- Whether the Notice was formally invalid depends on the construction of the Notice. The correct approach to adopt in construing a notice is that established by the House of Lords in Mannai Investment Co Ltd v Eagle Star Life Assurance Co Ltd  AC 749 (“Mannai”), namely: “Is the notice quite clear to a reasonable tenant reading it? Is it plain that he cannot be misled by it?” The court rejected the appellant landlord’s submission that the correct test is whether a reasonable recipient would be left “in no reasonable doubt” as to what the notice meant. In the instant case, the way in which the draftsman chose to identify the relevant property was first and foremost by means of a plan. Although the description of the premises was not as clear as it might have been, the plan attached to the Notice was sufficiently (or “quite”) clear what premises the tenants were claiming.
- Para 15(2) of Sch 3 covers any property or interest that the tenants either are or are not entitled to acquire under ss.1 or 2. The words “property or interest…liable to acquisition” refer to property or an interest that is liable to be acquired if a notice is served in the appropriate form. The natural meaning encompasses property that “may” be acquired, or that the tenants are entitled to acquire, and not simply property that “must” be acquired if the tenants choose to serve a notice. There was no rationale for restricting the scope of para 15(2) to property that “must” be acquired as the appellant contended. Parliament clearly intended the court to have the ability to grant permission to amend notices in a way that either removes property or adds to what was previously claimed. The court has power to permit amendments that either add property to a notice or remove it from a notice. It follows that property claimed under one section can be ‘moved’ to another section.
- A building is not limited to the built structure above ground; it includes all parts immediately below. If a structure, such a basement car park, is not structurally detached then it is part of the building and the right to acquire the specified premises includes it together with the airspace and the subsoil. The question of whether a building is structurally detached is not simply one for structural engineers and dependent solely on the existence or otherwise of structural interdependence or loadbearing connection. Design and function are also relevant to whether a building is structurally detached. Once the correct legal test is identified, the question becomes one of fact and degree. In the instant case, the Blocks are clearly not structurally detached at basement level because there is a continuous slab that forms the floor of the car park. The Blocks were designed and constructed together as part of single development connected by a common basement. Accordingly, the court below was correct to hold that the specified premises are a self-contained building.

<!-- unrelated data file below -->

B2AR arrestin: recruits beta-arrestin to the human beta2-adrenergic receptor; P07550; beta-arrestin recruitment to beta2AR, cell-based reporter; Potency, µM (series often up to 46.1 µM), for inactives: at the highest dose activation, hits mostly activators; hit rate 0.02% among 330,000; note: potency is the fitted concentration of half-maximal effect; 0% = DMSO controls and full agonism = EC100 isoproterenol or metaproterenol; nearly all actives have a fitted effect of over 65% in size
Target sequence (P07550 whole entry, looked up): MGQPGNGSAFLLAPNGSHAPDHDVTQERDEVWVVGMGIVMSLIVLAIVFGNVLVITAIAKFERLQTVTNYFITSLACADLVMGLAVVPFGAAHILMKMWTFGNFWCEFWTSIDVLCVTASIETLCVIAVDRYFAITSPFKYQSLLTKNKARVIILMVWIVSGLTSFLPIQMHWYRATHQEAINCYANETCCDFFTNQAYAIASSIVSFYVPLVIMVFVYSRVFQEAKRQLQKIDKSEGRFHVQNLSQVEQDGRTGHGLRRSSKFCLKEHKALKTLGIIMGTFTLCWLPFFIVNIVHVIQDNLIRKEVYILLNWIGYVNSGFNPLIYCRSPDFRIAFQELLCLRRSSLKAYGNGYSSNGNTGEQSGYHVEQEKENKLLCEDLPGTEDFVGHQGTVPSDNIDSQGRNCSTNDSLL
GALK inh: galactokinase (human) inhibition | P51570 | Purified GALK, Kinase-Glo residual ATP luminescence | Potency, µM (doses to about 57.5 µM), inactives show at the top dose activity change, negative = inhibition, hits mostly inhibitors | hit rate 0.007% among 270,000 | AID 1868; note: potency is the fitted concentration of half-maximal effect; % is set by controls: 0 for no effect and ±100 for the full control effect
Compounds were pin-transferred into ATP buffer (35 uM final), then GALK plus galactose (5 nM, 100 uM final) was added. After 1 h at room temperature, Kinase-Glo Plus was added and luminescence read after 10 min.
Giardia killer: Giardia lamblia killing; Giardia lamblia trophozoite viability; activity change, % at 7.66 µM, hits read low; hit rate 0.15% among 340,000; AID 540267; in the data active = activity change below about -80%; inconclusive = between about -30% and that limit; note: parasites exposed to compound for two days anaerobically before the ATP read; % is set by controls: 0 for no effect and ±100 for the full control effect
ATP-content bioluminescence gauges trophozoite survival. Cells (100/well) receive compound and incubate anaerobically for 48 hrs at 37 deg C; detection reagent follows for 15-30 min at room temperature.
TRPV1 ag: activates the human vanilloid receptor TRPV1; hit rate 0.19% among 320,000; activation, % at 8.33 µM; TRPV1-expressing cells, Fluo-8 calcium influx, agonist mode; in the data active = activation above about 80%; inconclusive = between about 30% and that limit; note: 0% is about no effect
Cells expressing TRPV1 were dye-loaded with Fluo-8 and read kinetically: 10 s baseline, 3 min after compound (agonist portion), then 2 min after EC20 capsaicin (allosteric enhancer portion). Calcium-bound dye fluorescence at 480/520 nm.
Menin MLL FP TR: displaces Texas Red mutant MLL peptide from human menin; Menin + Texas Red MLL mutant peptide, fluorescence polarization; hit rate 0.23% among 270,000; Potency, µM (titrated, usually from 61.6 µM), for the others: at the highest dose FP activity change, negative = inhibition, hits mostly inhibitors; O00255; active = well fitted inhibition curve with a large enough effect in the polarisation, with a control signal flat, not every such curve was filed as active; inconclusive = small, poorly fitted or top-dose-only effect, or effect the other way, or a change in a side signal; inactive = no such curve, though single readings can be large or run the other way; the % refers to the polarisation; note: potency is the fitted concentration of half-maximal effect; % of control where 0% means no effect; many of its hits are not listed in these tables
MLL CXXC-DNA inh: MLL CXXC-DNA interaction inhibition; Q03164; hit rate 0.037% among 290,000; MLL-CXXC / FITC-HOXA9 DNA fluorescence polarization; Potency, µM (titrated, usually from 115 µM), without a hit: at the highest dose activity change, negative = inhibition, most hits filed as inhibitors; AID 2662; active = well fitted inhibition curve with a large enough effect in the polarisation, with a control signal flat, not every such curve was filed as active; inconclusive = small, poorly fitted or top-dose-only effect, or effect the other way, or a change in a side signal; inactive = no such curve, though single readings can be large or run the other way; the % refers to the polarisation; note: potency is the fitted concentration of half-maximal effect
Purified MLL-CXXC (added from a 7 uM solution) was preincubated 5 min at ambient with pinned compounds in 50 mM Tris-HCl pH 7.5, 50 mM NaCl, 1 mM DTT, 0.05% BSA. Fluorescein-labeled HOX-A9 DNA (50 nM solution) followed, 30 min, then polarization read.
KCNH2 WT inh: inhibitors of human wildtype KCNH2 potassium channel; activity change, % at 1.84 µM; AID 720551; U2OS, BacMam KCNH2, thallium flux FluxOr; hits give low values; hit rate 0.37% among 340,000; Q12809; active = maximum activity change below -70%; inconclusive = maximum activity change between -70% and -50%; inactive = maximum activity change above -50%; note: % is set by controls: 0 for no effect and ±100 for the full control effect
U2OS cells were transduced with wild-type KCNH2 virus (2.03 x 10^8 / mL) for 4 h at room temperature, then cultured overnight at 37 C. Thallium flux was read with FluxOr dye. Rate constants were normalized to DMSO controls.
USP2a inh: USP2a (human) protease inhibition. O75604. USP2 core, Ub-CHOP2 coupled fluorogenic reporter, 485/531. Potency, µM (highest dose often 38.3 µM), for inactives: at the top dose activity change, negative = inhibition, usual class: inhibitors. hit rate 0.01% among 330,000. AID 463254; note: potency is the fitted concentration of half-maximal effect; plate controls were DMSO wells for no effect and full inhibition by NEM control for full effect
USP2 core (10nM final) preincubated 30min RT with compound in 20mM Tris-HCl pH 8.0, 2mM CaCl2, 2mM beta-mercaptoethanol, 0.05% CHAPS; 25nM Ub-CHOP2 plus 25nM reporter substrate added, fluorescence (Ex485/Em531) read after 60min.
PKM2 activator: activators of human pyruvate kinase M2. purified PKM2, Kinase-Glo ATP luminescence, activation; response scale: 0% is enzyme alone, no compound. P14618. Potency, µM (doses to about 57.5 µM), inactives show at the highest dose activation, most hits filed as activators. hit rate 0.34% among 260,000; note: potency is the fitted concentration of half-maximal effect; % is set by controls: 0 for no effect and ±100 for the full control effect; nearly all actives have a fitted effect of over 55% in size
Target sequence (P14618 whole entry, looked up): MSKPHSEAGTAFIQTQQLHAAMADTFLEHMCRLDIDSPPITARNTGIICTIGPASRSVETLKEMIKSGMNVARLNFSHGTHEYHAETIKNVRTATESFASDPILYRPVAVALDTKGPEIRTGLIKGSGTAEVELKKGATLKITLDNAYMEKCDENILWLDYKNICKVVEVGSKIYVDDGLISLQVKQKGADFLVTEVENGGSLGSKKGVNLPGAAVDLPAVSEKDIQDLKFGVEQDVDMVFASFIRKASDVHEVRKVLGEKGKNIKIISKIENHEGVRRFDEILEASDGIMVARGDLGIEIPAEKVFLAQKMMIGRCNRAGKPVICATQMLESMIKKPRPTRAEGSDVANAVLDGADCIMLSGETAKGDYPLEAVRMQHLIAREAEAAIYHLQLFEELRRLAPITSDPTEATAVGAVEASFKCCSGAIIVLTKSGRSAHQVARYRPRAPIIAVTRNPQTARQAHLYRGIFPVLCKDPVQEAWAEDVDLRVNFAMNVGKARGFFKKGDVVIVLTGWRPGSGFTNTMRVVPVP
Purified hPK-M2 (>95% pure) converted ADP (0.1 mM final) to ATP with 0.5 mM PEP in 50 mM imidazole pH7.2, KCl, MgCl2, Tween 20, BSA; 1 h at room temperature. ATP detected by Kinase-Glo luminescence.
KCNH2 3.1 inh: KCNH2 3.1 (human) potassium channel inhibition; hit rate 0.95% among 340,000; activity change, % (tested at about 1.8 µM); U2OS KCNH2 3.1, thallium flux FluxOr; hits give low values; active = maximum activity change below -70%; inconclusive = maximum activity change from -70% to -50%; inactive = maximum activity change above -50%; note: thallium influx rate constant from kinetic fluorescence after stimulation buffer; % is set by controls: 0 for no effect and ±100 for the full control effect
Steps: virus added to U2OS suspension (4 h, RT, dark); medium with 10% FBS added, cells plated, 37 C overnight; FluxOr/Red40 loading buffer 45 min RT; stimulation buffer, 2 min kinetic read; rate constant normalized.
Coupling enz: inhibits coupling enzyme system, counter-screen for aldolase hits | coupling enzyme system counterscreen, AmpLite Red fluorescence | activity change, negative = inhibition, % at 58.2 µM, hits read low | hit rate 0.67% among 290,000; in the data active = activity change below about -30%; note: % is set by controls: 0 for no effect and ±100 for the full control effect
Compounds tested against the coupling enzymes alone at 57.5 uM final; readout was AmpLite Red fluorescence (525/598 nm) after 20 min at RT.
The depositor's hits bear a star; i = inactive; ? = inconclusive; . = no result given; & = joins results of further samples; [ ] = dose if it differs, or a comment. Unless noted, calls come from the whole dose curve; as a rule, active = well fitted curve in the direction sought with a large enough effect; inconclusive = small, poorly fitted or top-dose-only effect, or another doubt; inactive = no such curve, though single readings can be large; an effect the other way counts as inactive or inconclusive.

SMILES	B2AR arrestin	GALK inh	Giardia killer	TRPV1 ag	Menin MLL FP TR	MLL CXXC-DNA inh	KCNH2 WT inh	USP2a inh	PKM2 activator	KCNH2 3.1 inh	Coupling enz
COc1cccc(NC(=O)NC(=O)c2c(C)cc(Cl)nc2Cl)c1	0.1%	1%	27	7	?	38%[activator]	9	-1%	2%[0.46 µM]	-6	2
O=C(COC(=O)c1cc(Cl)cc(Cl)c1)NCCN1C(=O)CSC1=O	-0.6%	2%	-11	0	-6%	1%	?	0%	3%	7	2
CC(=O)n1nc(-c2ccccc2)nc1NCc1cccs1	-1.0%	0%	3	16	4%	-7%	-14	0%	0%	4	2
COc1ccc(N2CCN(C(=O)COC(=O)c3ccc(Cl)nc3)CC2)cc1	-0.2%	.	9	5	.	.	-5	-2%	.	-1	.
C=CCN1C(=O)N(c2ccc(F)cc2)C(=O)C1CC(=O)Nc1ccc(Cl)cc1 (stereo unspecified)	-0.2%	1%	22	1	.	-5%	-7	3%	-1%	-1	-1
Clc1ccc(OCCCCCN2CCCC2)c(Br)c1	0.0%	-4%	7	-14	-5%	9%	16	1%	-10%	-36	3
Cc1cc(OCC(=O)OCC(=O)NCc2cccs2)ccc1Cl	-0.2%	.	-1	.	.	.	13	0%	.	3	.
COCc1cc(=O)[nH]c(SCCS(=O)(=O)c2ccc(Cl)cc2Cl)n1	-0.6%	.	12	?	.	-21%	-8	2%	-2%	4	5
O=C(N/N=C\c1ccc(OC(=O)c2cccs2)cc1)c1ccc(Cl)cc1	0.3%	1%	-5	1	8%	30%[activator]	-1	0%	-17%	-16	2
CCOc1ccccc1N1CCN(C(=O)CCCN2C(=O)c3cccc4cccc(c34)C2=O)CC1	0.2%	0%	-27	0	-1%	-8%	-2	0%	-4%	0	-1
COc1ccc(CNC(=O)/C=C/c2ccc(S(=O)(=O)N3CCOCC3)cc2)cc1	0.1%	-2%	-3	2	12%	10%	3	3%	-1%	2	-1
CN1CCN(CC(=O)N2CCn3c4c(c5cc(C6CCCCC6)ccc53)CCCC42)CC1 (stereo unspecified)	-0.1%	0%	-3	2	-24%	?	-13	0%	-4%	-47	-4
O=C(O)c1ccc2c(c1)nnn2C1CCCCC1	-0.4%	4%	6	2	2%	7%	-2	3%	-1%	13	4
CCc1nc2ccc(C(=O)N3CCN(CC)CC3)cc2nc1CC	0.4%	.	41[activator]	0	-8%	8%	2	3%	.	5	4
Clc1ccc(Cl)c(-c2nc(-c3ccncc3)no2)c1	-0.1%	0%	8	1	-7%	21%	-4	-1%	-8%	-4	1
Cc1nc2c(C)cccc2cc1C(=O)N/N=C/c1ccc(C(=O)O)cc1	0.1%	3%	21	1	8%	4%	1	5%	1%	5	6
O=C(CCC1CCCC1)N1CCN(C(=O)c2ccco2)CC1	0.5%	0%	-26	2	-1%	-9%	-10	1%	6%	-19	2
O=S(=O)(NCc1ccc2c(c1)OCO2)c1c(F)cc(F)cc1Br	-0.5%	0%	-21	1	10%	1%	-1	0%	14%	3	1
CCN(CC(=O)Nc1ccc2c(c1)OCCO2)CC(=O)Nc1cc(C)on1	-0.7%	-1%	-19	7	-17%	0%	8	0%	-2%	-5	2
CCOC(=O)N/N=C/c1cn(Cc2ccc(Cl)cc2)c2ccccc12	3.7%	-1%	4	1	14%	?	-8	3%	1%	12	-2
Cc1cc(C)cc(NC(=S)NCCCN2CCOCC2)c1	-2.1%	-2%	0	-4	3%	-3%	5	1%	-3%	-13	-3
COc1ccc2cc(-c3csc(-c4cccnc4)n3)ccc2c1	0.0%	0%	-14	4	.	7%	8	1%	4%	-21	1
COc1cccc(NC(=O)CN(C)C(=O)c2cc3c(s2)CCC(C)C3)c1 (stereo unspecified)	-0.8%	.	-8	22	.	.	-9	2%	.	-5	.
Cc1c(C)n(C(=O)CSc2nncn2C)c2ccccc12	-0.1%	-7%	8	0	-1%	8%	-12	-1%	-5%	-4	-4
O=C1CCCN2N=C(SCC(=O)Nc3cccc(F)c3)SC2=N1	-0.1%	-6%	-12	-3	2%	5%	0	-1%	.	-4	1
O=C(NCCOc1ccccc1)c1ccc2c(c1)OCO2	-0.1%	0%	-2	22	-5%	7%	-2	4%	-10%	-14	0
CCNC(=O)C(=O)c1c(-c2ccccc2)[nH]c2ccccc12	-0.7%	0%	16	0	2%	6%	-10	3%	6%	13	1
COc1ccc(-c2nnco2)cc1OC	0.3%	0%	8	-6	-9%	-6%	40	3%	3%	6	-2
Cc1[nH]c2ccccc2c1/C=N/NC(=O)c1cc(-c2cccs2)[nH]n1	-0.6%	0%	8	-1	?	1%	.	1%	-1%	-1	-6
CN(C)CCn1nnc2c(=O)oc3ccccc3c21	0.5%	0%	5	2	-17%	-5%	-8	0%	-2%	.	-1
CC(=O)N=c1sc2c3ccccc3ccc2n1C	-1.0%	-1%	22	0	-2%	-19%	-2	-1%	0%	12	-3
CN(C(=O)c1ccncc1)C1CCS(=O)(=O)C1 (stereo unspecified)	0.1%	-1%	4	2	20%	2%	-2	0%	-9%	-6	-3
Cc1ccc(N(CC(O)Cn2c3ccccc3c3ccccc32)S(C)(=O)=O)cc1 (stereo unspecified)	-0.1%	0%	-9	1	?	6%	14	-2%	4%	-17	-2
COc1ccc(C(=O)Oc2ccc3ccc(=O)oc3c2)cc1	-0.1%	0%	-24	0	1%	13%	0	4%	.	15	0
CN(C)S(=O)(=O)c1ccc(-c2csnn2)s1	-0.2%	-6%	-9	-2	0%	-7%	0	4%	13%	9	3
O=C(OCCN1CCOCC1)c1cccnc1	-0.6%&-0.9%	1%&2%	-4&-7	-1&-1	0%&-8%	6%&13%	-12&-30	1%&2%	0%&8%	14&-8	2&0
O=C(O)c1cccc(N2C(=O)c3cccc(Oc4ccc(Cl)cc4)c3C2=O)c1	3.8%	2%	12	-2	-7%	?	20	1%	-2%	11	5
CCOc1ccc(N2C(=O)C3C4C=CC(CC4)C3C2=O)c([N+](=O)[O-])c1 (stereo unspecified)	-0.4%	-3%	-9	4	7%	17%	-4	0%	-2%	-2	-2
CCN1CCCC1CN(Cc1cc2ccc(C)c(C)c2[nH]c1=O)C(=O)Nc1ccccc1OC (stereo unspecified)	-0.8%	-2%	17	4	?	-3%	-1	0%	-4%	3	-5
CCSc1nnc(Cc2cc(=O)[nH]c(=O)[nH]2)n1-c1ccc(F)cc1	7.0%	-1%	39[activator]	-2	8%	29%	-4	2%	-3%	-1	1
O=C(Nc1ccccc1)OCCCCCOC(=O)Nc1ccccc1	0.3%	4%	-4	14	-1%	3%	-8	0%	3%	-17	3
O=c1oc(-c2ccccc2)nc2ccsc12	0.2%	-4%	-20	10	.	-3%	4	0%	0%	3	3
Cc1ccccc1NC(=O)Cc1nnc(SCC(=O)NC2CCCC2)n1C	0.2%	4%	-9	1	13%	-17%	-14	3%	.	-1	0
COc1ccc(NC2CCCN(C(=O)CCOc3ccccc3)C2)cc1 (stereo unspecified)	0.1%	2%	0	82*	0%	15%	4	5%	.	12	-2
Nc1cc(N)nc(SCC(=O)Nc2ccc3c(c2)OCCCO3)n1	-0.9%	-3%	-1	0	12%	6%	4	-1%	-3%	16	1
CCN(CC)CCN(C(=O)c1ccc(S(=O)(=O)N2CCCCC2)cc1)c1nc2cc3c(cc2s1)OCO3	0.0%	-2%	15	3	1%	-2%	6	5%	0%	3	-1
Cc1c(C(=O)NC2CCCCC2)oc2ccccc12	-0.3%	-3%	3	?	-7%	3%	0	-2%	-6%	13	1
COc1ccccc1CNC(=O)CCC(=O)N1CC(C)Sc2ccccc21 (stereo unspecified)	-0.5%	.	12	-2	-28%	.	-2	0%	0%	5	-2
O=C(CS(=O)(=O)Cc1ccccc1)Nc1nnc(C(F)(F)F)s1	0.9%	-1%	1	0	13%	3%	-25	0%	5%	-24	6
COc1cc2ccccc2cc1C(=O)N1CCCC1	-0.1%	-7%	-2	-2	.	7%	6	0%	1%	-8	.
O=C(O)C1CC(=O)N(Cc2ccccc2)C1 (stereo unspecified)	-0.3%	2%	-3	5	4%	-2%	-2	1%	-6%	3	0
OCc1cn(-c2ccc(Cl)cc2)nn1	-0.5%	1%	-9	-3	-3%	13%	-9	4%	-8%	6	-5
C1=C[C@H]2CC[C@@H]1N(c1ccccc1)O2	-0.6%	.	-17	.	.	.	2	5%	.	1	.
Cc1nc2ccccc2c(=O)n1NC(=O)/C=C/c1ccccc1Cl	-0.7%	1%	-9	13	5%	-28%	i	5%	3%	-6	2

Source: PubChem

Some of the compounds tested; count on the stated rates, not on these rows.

What are the practical implications of this case?
This case is a cautionary tale of the difficulties that arise when drafting notices claiming the right to acquire premises which include complex composite structures. The decision should, however, make it less difficult for tenants to exercise the right to collective enfranchisement.
The premises which are being claimed must be sufficiently clear to the reasonable recipient. The fact that a specialist enfranchisement practitioner would know that the notice is making an invalid claim (in the sense that it is a claim which the tenants are not entitled to make under the Act) does not mean that the notice is formally invalid by reason of a failure to comply with the mandatory requirements of s.13. Where the description of the premises is not as clear as it might have been, a notice may still be valid if the attached plan makes it sufficiently clear what premises the tenants are claiming.
The court has a wide power under para 15(2) of Sch 3 to permit amendments to the notice. The notice may be amended to include property that “may” be acquired and not simply property that “must” be acquired if the tenants choose to serve a notice. The court also has power to permit amendments that either add property to a notice or remove it from a notice. It is, therefore, possible to ‘move’ property claimed under one section to another section.
The question of whether a building is structurally detached is not simply one for structural engineers and dependent solely on the existence or otherwise of structural interdependence or loadbearing connection, but such evidence will undoubtedly be relevant and important. Design and function are also relevant. It is, ultimately, a matter of fact a degree. The test under the 1993 Act is, therefore, the same as for that for RTM claims under the 2002 Act (see CQN RTM Co Ltd v Broad Quay North Block Freehold Ltd  UKUT 183 (LC)). The courts appear willing to adopt a common sense approach to such matters so that tenants of complex composite structures can exercise the right to collective enfranchisement.
Philip Rainey QC and Jonathan Upton acted for the tenants.